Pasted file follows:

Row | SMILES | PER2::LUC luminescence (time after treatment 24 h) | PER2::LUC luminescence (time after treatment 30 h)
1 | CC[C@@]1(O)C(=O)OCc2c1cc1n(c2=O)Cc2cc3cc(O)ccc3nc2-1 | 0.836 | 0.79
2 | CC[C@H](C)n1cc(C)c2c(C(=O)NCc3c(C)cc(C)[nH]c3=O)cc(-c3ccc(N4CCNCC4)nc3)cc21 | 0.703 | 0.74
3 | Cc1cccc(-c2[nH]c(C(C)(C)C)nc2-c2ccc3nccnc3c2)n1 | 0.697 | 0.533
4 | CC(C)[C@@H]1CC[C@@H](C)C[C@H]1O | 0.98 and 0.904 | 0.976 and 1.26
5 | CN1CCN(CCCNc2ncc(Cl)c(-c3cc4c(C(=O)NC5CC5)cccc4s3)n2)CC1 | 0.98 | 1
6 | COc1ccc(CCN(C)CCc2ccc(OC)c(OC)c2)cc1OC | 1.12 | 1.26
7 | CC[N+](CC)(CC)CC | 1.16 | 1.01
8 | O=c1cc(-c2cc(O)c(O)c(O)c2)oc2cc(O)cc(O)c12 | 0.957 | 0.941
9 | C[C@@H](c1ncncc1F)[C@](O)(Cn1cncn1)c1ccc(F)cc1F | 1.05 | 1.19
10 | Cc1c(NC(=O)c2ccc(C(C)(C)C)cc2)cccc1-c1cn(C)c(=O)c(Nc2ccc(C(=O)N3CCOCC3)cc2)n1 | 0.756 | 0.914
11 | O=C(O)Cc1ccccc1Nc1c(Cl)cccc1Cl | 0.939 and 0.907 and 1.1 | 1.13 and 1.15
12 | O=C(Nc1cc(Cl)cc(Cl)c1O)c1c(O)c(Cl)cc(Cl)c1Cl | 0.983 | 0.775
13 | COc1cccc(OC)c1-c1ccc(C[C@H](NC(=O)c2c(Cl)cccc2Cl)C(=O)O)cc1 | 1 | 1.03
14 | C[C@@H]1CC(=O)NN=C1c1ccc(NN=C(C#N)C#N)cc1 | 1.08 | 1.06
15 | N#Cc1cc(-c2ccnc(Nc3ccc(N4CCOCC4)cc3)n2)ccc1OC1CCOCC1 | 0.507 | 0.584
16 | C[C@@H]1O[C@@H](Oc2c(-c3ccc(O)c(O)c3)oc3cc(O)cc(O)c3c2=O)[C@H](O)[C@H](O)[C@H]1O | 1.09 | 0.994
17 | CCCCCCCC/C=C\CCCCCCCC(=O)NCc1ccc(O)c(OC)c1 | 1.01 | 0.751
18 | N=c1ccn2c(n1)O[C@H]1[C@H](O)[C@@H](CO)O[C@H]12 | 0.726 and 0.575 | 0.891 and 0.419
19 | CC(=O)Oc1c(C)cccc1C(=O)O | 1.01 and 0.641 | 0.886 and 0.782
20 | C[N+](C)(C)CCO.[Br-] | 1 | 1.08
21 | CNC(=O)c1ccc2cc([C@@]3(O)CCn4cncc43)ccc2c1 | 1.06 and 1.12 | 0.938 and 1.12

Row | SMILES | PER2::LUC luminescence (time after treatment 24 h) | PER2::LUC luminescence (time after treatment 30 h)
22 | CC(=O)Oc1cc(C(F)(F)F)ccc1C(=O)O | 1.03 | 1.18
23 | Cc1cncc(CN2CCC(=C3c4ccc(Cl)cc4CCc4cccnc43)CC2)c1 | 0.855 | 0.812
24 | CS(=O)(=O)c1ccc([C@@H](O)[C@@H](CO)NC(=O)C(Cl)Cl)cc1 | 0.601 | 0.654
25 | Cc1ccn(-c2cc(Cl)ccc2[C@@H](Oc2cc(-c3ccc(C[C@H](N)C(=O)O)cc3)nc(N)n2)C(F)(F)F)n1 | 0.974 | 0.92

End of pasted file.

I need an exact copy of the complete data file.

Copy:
Row | SMILES | PER2::LUC luminescence (time after treatment 24 h) | PER2::LUC luminescence (time after treatment 30 h)
1 | CC[C@@]1(O)C(=O)OCc2c1cc1n(c2=O)Cc2cc3cc(O)ccc3nc2-1 | 0.836 | 0.79
2 | CC[C@H](C)n1cc(C)c2c(C(=O)NCc3c(C)cc(C)[nH]c3=O)cc(-c3ccc(N4CCNCC4)nc3)cc21 | 0.703 | 0.74
3 | Cc1cccc(-c2[nH]c(C(C)(C)C)nc2-c2ccc3nccnc3c2)n1 | 0.697 | 0.533
4 | CC(C)[C@@H]1CC[C@@H](C)C[C@H]1O | 0.98 and 0.904 | 0.976 and 1.26
5 | CN1CCN(CCCNc2ncc(Cl)c(-c3cc4c(C(=O)NC5CC5)cccc4s3)n2)CC1 | 0.98 | 1
6 | COc1ccc(CCN(C)CCc2ccc(OC)c(OC)c2)cc1OC | 1.12 | 1.26
7 | CC[N+](CC)(CC)CC | 1.16 | 1.01
8 | O=c1cc(-c2cc(O)c(O)c(O)c2)oc2cc(O)cc(O)c12 | 0.957 | 0.941
9 | C[C@@H](c1ncncc1F)[C@](O)(Cn1cncn1)c1ccc(F)cc1F | 1.05 | 1.19
10 | Cc1c(NC(=O)c2ccc(C(C)(C)C)cc2)cccc1-c1cn(C)c(=O)c(Nc2ccc(C(=O)N3CCOCC3)cc2)n1 | 0.756 | 0.914
11 | O=C(O)Cc1ccccc1Nc1c(Cl)cccc1Cl | 0.939 and 0.907 and 1.1 | 1.13 and 1.15
12 | O=C(Nc1cc(Cl)cc(Cl)c1O)c1c(O)c(Cl)cc(Cl)c1Cl | 0.983 | 0.775
13 | COc1cccc(OC)c1-c1ccc(C[C@H](NC(=O)c2c(Cl)cccc2Cl)C(=O)O)cc1 | 1 | 1.03
14 | C[C@@H]1CC(=O)NN=C1c1ccc(NN=C(C#N)C#N)cc1 | 1.08 | 1.06
15 | N#Cc1cc(-c2ccnc(Nc3ccc(N4CCOCC4)cc3)n2)ccc1OC1CCOCC1 | 0.507 | 0.584
16 | C[C@@H]1O[C@@H](Oc2c(-c3ccc(O)c(O)c3)oc3cc(O)cc(O)c3c2=O)[C@H](O)[C@H](O)[C@H]1O | 1.09 | 0.994
17 | CCCCCCCC/C=C\CCCCCCCC(=O)NCc1ccc(O)c(OC)c1 | 1.01 | 0.751
18 | N=c1ccn2c(n1)O[C@H]1[C@H](O)[C@@H](CO)O[C@H]12 | 0.726 and 0.575 | 0.891 and 0.419
19 | CC(=O)Oc1c(C)cccc1C(=O)O | 1.01 and 0.641 | 0.886 and 0.782
20 | C[N+](C)(C)CCO.[Br-] | 1 | 1.08
21 | CNC(=O)c1ccc2cc([C@@]3(O)CCn4cncc43)ccc2c1 | 1.06 and 1.12 | 0.938 and 1.12

Row | SMILES | PER2::LUC luminescence (time after treatment 24 h) | PER2::LUC luminescence (time after treatment 30 h)
22 | CC(=O)Oc1cc(C(F)(F)F)ccc1C(=O)O | 1.03 | 1.18
23 | Cc1cncc(CN2CCC(=C3c4ccc(Cl)cc4CCc4cccnc43)CC2)c1 | 0.855 | 0.812
24 | CS(=O)(=O)c1ccc([C@@H](O)[C@@H](CO)NC(=O)C(Cl)Cl)cc1 | 0.601 | 0.654
25 | Cc1ccn(-c2cc(Cl)ccc2[C@@H](Oc2cc(-c3ccc(C[C@H](N)C(=O)O)cc3)nc(N)n2)C(F)(F)F)n1 | 0.974 | 0.92